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Upper-Year Courses
LAW-532 Aboriginal Law
This course examines the legal and constitutional rights of Aboriginal peoples in Canada. It considers the legal legacy of Canada’s colonial past – the implications, that is, for the present constitutional order of European settlement in territories that were occupied and governed by indigenous peoples. Much of the course focuses upon the interpretation of section 35 of the Constitutional Act, 1982, which entrenches ‘existing aboriginal and treaty rights’. Particular attention will therefore be given to Aboriginal rights to lands, natural resources, and self-government, as well as the identification and interpretation of Aboriginal treaty rights. In the course of addressing these topics, we will confront constitutional issues relating to federalism and human rights, theoretical issues relating to legal interpretation in a cross-cultural setting, comparisons with indigenous rights in other former colonies, and the status of indigenous peoples and rights under international law. The general purpose of the course, then, is to examine the possibilities and challenges associated with Canada’s multi-national and legally-pluralist constitutional order from a variety of legal, cultural, and theoretical perspectives.
3 credits, winter term
Ms. Graben
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LAW-427 Administrative Law  
The primary focus of the course will be on the relationship between the courts and the executive and administrative branches of government; and on the role of judicial review of administrative action in the Canadian constitutional and governmental framework. In this context, the course will examine in detail the major bases for judicial review of administrative action - ultra vires action, jurisdictional error, abuse of discretion, error of law and procedural unfairness. As well, the various remedies, both common law and statutory, for unlawful administrative action will be considered. It is also the intention that, from the cases and other materials studied, the student will develop a better understanding of the executive and administrative processes and will appreciate some of the design or structural problems in creating a system of public interest decision-making which is efficient and effective and which recognizes and gives scope for valued individual interests and concerns.  Note: there is some variation in the specific matters dealt with amongst the sections of this course; individual descriptions for each section are posted at http://law.queensu.ca/students/jdProgram/2010-2011UpperYearProgram/courseDescriptions2010-11-aug18-10.pdf.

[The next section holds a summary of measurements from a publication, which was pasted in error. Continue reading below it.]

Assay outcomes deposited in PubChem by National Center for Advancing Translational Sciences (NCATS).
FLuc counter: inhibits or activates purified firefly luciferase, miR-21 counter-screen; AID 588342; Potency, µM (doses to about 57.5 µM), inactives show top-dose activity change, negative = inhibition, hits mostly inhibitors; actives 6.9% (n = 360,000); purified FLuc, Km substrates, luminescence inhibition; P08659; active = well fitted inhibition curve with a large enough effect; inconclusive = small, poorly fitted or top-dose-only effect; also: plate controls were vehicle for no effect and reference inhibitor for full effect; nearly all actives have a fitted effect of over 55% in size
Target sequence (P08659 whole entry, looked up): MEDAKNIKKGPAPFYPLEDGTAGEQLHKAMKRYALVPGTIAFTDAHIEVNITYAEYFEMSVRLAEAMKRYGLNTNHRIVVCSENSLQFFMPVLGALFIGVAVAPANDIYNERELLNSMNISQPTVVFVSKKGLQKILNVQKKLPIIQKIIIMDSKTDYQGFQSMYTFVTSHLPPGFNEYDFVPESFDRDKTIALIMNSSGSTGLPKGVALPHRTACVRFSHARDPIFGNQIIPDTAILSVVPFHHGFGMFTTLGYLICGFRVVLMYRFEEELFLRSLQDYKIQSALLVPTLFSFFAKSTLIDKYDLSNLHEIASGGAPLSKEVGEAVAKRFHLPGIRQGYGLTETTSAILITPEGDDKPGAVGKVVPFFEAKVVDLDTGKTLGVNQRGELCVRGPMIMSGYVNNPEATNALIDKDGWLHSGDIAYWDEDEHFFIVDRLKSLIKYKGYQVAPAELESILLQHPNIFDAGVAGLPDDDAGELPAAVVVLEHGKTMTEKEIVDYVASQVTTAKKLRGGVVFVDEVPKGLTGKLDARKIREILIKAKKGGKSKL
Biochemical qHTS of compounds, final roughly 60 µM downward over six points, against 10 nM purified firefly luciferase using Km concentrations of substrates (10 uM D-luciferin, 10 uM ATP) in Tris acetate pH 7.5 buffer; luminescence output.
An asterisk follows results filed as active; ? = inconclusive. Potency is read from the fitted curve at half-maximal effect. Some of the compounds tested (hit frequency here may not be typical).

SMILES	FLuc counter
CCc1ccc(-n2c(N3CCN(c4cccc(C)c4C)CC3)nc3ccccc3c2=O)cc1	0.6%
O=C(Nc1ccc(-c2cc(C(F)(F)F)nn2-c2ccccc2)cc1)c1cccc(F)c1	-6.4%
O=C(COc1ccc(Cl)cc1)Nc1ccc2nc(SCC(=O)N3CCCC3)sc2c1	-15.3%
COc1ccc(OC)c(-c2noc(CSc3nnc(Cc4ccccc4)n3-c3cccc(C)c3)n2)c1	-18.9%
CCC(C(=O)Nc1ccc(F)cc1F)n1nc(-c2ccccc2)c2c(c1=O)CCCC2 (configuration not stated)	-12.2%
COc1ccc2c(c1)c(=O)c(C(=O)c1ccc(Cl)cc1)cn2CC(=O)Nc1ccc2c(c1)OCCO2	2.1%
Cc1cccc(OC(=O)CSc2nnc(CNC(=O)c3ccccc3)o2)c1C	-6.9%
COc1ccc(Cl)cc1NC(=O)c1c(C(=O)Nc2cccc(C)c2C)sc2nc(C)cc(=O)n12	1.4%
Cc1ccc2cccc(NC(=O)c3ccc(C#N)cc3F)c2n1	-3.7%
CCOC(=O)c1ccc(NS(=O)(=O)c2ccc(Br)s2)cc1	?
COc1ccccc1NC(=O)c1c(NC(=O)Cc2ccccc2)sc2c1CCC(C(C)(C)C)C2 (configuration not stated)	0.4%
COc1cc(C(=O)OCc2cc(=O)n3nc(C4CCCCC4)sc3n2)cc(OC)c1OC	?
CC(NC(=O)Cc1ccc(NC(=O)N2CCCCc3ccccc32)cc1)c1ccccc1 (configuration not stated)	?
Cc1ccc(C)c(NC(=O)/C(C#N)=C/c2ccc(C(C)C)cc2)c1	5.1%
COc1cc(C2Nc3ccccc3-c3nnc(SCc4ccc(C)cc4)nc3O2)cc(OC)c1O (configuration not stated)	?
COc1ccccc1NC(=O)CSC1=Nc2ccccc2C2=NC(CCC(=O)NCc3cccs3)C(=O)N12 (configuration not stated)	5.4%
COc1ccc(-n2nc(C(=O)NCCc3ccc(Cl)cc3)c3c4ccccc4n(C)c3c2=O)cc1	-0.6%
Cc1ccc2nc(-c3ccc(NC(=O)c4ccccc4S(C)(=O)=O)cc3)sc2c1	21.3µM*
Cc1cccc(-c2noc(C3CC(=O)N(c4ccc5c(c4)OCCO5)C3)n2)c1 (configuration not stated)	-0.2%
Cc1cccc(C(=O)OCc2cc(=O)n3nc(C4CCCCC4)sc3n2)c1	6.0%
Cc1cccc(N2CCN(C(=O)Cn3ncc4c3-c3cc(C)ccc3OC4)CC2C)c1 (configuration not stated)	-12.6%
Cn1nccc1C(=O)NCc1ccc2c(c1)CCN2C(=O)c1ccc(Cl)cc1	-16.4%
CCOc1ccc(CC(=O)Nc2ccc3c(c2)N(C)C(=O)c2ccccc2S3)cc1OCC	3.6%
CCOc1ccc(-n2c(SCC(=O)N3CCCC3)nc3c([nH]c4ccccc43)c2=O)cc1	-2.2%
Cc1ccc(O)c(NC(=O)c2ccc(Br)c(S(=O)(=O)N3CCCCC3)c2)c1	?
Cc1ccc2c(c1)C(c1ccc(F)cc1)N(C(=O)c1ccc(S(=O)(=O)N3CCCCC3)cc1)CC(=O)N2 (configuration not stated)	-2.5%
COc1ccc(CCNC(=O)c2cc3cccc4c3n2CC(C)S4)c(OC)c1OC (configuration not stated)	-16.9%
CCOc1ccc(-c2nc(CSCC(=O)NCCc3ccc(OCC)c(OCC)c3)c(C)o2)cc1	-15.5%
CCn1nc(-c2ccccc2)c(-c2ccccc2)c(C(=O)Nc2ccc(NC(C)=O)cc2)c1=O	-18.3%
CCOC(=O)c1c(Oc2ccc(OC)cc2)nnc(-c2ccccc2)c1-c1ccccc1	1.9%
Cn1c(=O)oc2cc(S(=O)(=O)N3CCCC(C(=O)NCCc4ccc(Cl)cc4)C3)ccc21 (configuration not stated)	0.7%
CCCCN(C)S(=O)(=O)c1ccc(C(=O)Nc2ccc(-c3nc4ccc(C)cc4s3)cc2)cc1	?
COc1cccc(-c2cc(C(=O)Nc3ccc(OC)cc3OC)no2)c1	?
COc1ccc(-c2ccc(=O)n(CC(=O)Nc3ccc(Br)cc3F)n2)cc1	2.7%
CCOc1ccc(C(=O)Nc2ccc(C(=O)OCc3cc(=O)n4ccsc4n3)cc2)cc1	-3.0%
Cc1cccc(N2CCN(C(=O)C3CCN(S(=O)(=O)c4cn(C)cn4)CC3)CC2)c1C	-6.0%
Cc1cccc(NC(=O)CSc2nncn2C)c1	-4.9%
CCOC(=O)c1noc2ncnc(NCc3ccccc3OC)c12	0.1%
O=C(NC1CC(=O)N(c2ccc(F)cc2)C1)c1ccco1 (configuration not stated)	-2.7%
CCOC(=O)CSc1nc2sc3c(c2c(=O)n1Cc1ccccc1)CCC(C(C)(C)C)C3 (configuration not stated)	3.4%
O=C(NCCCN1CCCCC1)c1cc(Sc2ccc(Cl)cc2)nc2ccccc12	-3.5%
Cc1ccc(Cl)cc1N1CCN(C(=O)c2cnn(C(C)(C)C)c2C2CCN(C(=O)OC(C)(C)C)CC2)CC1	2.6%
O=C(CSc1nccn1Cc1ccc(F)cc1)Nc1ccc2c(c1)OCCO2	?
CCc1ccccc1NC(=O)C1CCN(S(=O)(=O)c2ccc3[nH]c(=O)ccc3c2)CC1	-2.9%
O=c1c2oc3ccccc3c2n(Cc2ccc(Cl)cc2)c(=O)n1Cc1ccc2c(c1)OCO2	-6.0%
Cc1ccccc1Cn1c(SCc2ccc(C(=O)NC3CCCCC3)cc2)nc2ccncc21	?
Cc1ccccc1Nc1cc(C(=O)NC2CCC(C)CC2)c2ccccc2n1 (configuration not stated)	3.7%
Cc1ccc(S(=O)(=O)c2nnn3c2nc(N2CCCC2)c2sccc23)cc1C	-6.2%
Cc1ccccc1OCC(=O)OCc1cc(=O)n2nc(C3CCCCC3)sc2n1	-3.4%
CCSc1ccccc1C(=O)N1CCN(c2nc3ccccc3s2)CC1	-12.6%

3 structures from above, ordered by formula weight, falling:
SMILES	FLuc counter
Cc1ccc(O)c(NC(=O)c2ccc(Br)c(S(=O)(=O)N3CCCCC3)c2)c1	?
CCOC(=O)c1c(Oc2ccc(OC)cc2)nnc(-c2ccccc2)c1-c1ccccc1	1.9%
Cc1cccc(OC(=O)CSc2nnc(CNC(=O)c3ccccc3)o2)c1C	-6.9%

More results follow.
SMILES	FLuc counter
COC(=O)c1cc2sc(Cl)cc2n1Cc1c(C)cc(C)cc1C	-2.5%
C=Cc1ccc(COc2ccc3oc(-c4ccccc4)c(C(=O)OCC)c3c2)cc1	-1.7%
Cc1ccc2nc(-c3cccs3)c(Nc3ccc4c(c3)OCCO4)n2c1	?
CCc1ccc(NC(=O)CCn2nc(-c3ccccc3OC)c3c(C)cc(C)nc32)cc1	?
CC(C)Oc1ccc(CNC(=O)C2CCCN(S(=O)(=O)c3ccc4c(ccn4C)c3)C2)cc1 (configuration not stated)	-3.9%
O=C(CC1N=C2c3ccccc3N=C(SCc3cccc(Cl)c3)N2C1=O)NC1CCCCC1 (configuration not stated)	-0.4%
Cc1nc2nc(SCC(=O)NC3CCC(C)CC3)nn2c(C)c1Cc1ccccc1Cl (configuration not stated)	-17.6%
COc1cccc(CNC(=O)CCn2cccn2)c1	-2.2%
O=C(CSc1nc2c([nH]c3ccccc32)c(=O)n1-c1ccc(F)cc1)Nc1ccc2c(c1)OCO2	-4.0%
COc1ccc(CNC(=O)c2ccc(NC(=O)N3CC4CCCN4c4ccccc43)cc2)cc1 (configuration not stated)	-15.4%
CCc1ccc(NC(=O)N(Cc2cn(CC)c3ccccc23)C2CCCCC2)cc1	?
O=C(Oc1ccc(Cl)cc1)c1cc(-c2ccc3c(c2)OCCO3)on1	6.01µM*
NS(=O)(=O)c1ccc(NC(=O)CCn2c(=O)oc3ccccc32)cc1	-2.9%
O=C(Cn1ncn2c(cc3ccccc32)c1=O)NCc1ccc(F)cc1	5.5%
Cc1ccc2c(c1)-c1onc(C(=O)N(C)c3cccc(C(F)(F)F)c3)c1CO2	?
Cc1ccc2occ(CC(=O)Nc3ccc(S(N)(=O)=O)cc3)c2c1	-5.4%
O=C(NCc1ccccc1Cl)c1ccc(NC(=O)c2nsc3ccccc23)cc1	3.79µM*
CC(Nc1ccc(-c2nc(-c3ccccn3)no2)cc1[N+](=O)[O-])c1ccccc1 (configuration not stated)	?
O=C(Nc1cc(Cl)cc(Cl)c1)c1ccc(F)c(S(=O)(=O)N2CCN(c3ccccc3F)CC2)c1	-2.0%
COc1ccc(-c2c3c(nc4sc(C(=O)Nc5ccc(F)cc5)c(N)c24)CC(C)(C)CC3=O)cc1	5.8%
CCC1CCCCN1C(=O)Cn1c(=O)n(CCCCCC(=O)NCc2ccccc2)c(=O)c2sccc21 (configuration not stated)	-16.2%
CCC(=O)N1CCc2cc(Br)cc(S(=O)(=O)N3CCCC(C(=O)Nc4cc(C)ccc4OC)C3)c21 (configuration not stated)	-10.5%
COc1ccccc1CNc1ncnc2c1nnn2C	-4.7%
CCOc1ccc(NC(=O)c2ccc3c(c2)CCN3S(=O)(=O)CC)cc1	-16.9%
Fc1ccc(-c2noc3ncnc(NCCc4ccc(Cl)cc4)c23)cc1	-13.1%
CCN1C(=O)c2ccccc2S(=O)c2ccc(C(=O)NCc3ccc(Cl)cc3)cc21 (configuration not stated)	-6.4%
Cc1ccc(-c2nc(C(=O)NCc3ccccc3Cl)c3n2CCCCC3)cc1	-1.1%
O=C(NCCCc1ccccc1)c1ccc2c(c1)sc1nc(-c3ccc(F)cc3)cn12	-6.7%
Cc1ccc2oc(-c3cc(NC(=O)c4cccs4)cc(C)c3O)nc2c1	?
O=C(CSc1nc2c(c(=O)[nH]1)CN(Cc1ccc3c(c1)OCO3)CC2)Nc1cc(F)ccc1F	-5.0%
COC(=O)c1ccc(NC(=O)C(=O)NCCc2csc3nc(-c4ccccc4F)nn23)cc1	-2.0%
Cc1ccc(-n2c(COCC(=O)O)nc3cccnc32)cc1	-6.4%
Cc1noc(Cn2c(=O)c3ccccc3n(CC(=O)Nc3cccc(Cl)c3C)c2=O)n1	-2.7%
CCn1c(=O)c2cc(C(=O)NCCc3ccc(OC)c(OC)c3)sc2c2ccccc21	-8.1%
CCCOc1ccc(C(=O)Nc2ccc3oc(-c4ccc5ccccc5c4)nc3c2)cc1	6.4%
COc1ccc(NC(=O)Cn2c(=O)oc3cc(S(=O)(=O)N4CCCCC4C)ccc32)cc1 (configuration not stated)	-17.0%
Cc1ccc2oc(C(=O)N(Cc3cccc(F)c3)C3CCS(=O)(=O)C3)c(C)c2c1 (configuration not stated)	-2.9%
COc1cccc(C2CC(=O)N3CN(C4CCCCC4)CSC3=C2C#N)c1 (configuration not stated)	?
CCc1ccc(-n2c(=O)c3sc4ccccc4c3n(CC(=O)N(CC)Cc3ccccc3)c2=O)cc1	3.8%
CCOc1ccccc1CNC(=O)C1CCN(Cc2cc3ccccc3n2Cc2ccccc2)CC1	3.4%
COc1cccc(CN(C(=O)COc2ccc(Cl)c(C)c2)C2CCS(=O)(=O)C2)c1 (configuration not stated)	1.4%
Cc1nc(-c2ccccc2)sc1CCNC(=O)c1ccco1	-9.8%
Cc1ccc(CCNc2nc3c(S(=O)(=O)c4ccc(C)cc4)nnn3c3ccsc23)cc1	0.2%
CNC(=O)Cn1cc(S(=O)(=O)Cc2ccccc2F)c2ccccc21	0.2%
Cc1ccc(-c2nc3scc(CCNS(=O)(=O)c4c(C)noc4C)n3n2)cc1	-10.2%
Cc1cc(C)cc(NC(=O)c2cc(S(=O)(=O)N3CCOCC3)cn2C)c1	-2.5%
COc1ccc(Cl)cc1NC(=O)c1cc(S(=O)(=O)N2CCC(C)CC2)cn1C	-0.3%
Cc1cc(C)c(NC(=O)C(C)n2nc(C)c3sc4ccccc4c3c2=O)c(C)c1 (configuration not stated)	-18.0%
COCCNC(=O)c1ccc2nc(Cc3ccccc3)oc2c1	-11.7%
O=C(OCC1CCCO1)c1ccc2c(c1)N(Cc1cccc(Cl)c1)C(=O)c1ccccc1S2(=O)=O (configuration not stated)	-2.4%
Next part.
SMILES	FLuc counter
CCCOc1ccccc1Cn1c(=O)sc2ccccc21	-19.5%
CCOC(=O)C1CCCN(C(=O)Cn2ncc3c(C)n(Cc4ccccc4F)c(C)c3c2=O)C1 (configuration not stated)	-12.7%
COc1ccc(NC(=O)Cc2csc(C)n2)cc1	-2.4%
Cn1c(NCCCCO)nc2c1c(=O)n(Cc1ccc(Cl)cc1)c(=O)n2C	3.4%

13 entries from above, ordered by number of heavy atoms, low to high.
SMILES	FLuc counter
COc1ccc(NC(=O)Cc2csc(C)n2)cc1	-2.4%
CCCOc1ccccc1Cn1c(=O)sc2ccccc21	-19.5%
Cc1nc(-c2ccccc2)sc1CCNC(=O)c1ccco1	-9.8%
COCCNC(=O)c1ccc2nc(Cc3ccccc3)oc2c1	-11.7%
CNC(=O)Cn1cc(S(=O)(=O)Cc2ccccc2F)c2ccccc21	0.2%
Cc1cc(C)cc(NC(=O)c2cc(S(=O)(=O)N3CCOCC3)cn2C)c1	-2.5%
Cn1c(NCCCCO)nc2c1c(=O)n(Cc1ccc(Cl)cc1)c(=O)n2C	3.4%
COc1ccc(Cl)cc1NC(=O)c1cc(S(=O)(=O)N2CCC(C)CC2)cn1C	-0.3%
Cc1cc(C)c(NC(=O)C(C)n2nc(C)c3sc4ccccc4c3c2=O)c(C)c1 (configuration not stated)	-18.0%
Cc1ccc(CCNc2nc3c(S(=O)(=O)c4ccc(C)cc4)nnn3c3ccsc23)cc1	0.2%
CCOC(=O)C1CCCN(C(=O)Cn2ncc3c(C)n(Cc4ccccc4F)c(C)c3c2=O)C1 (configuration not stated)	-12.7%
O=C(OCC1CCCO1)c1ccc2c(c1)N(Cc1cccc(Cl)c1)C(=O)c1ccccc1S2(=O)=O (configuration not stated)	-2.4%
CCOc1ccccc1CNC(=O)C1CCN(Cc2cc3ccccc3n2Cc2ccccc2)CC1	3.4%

4 credits, one term
Professor Aiken, fall term; Professor Corbett, winter term
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LAW-608 Advanced Corporate Law  
The purpose of the course is to examine in detail the principal legal issues and considerations involved in a variety of key transactions and other events that typically arise for a substantial private or public corporation. The topics to be considered include: share attributes and other 'corporate governance' matters affecting the organization of more complicated corporate entities, debt financings (including the preparation and negotiation of loan agreements and dealings with financial institutions generally), insolvencies and restructurings, amalgamations, reorganizations and other 'fundamental changes' and various aspects of corporate acquisitions. Emphasis would also be placed upon the role and responsibilities of lawyers involved in corporate organizations and transactions, taking into account potential ethical and conflict of interest considerations, and practices that a lawyer may or should adopt to reflect these considerations and to best serve the client's interests.
3 credits, winter term
Mr. Nicholls, Mr. Seifred
PREREQUISITE LAW-440 Business Associations
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LAW-525 Advanced Family
The seminar will allow students to research a Family Law or Children’s Law issue that is of particular interest to them. During the first few weeks, while students are conducting research for their presentations and papers, the instructor will make presentations and lead discussion on international and transnational aspects of family law. Following this initial set of classes, students will present and discuss their research with the class.